I’m not Singaporean, but I felt I was more excited about the recent election than many of my Singaporean friends. The result was never in doubt in my mind, PAP would win, leaving it to be a question of whether the opposition parties managed to get more than the one GRC the Workers Party (WP) was targeting. After all the votes were counted only the Aljunied GRC was won by the opposition, resulting in six WP representatives entering the parliament.
While many enthusiastic supporters of the opposition were looking for a huge success against the incumbent PAP, the majority (~60%) of Singaporeans still feel the PAP is the party to lead them into the future. Although I’m sure that many Singaporeans who did vote for the PAP also hoped that the opposition would win the Aljunied GRC.
This strange reasoning of voting for the PAP, but hoping for the opposition to win some seats is because many Singaporeans will tell you that this election was about sending a message of dissatisfaction about current PAP policies, an increasing level of arrogance and a disconnection from the lives of average Singaporeans. They wanted opposition members to win some seats to make sure that their voice was heard at the ballot box and during the next 5 years in parliament.
However, from an outsider’s perspective I feel that this election was about far more than that. This was an election about the awakening of Singaporeans to decide what type of Singapore they want for themselves and more importantly their children or grandchildren. It was a vote for a more transparent and open government, one that listens to its citizens and cares more for them, an end to dirty political tricks and a more balanced media. Essentially a freer, more open and democratic society that is inclusive of all citizens rather than being dominated by the elite few.
Apart from the obvious anger about the PAP’s performance this change was largely brought about with the engagement of the internet generation through the use of Youtube videos, Facebook, alternative news sites and personal blogs. This has turned many an apathetic Singaporean into a politically aware individual. I saw my Facebook news feed flooded with different points of view, mostly in favour of the opposition. There were also some amazing comments from people who were having a “hallelujah” moment as the censorship machine was thwarted by the internet and my friends finally saw the bias of the government controlled media. I personally can’t read the Straits Times because I find that I want to start yelling at the reporters for not doing their jobs!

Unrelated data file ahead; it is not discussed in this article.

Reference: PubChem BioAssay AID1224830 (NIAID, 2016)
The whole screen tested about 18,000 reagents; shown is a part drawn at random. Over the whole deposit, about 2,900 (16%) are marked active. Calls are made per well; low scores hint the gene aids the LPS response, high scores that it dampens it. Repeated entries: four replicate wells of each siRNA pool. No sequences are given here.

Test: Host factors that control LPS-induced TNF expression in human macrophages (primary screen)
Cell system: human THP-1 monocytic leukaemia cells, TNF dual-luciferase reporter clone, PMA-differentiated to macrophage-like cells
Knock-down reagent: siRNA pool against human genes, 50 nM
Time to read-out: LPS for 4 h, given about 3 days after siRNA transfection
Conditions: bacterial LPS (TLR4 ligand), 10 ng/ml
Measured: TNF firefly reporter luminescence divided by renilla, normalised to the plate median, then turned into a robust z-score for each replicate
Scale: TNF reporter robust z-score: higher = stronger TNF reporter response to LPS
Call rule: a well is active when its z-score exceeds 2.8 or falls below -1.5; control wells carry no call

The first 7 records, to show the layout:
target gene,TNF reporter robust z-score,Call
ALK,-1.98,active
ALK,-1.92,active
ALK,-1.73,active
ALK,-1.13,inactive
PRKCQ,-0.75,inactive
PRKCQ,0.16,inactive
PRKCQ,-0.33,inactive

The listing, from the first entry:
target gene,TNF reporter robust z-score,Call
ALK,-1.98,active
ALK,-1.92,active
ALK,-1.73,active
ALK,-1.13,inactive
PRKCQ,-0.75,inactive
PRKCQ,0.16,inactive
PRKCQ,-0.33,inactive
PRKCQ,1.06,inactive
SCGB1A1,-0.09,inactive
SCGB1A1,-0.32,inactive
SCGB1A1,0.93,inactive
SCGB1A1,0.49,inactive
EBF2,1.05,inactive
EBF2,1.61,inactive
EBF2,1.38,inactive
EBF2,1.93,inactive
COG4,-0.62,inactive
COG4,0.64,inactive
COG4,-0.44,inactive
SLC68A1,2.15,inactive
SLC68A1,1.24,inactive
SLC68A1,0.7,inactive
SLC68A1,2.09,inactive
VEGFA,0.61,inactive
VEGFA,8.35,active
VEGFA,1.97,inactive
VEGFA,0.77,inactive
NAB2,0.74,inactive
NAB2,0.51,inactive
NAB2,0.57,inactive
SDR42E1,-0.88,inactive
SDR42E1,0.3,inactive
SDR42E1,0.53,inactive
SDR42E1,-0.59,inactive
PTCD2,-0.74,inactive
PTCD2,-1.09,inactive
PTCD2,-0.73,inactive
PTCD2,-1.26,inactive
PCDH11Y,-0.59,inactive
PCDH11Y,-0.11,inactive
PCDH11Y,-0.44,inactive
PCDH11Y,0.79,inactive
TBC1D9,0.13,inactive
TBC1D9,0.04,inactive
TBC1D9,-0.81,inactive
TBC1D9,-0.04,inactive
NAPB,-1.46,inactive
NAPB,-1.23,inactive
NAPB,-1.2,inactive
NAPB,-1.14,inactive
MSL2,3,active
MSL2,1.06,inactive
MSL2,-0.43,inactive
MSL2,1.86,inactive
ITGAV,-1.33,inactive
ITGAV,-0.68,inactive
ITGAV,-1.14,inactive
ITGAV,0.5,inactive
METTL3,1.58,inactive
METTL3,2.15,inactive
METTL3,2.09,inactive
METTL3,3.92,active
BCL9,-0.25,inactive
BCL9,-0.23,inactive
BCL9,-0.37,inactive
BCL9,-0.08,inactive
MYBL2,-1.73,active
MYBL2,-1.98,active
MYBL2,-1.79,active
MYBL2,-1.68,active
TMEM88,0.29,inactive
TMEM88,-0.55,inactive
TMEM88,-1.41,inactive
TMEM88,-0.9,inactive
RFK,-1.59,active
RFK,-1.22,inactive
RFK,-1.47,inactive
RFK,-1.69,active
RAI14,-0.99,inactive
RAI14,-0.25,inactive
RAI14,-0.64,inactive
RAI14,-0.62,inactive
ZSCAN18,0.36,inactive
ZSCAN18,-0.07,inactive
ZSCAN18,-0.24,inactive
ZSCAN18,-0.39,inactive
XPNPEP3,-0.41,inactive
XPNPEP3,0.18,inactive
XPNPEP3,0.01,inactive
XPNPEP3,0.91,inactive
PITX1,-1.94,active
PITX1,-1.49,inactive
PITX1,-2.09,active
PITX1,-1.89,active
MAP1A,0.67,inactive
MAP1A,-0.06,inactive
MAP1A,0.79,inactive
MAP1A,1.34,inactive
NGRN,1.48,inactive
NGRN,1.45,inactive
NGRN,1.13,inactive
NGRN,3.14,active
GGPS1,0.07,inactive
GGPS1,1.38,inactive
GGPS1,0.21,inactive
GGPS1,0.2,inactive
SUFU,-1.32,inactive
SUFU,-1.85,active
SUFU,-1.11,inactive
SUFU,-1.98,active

The PAP now knows that Singaporeans will vote against them in large numbers, especially the internet generation, of which there will be many more at the next election. Whereas most SMCs and GRCs had a large majority in the past, requiring a massive swing to the opposition to ever be in doubt, quite a few seats would be in the opposition’s hands with less than a 10% swing in the next election.
What happens over the next 5 years will ultimately determine the pace of change in Singapore in the near future. I see a few scenarios:
- Lee Kuan Yew passes away and the PAP suffers a power struggle resulting in a split into two parties, creating the strongest opposition party in Singapore and possibly an immediate election.
- The PAP listens to the message that Singaporeans sent during the last general election and adopts appropriate policies to placate the anger. This will make it much harder for the opposition to make inroads in 2016, irrespective of their performance in Aljunied. Singaporeans do not like to rock the boat!
- The WP manages the Aljunied GRC effectively and gains respect of not only the local residents, but other Singaporeans who see that an opposition party can run a GRC well, giving them confidence to vote for the opposition. The opposition members of parliament perform well, attacking poor policies and providing the voice in parliament that Singaporeans want. The WP also manages to attract star talent and creates strong grassroots programs to build awareness and support across Singapore. Meanwhile the PAP does not address the concerns raised in 2011 and Singaporeans are even angrier in 2016. This results in a huge change in the parliament with a loss of the majority needed to pass legislation freely, or even a loss of power for the PAP.
Many people outside of Singapore would consider an election result that gave 81 of the 87 available seats to the incumbent party a huge defeat to the opposition. However, I believe that the 2011 general election will be remembered by many as the turning point in Singaporean politics, where the foundation of a strong opposition movement was laid. Thus defining a move towards a freer and more open society, together with the building of a modern Singaporean identity!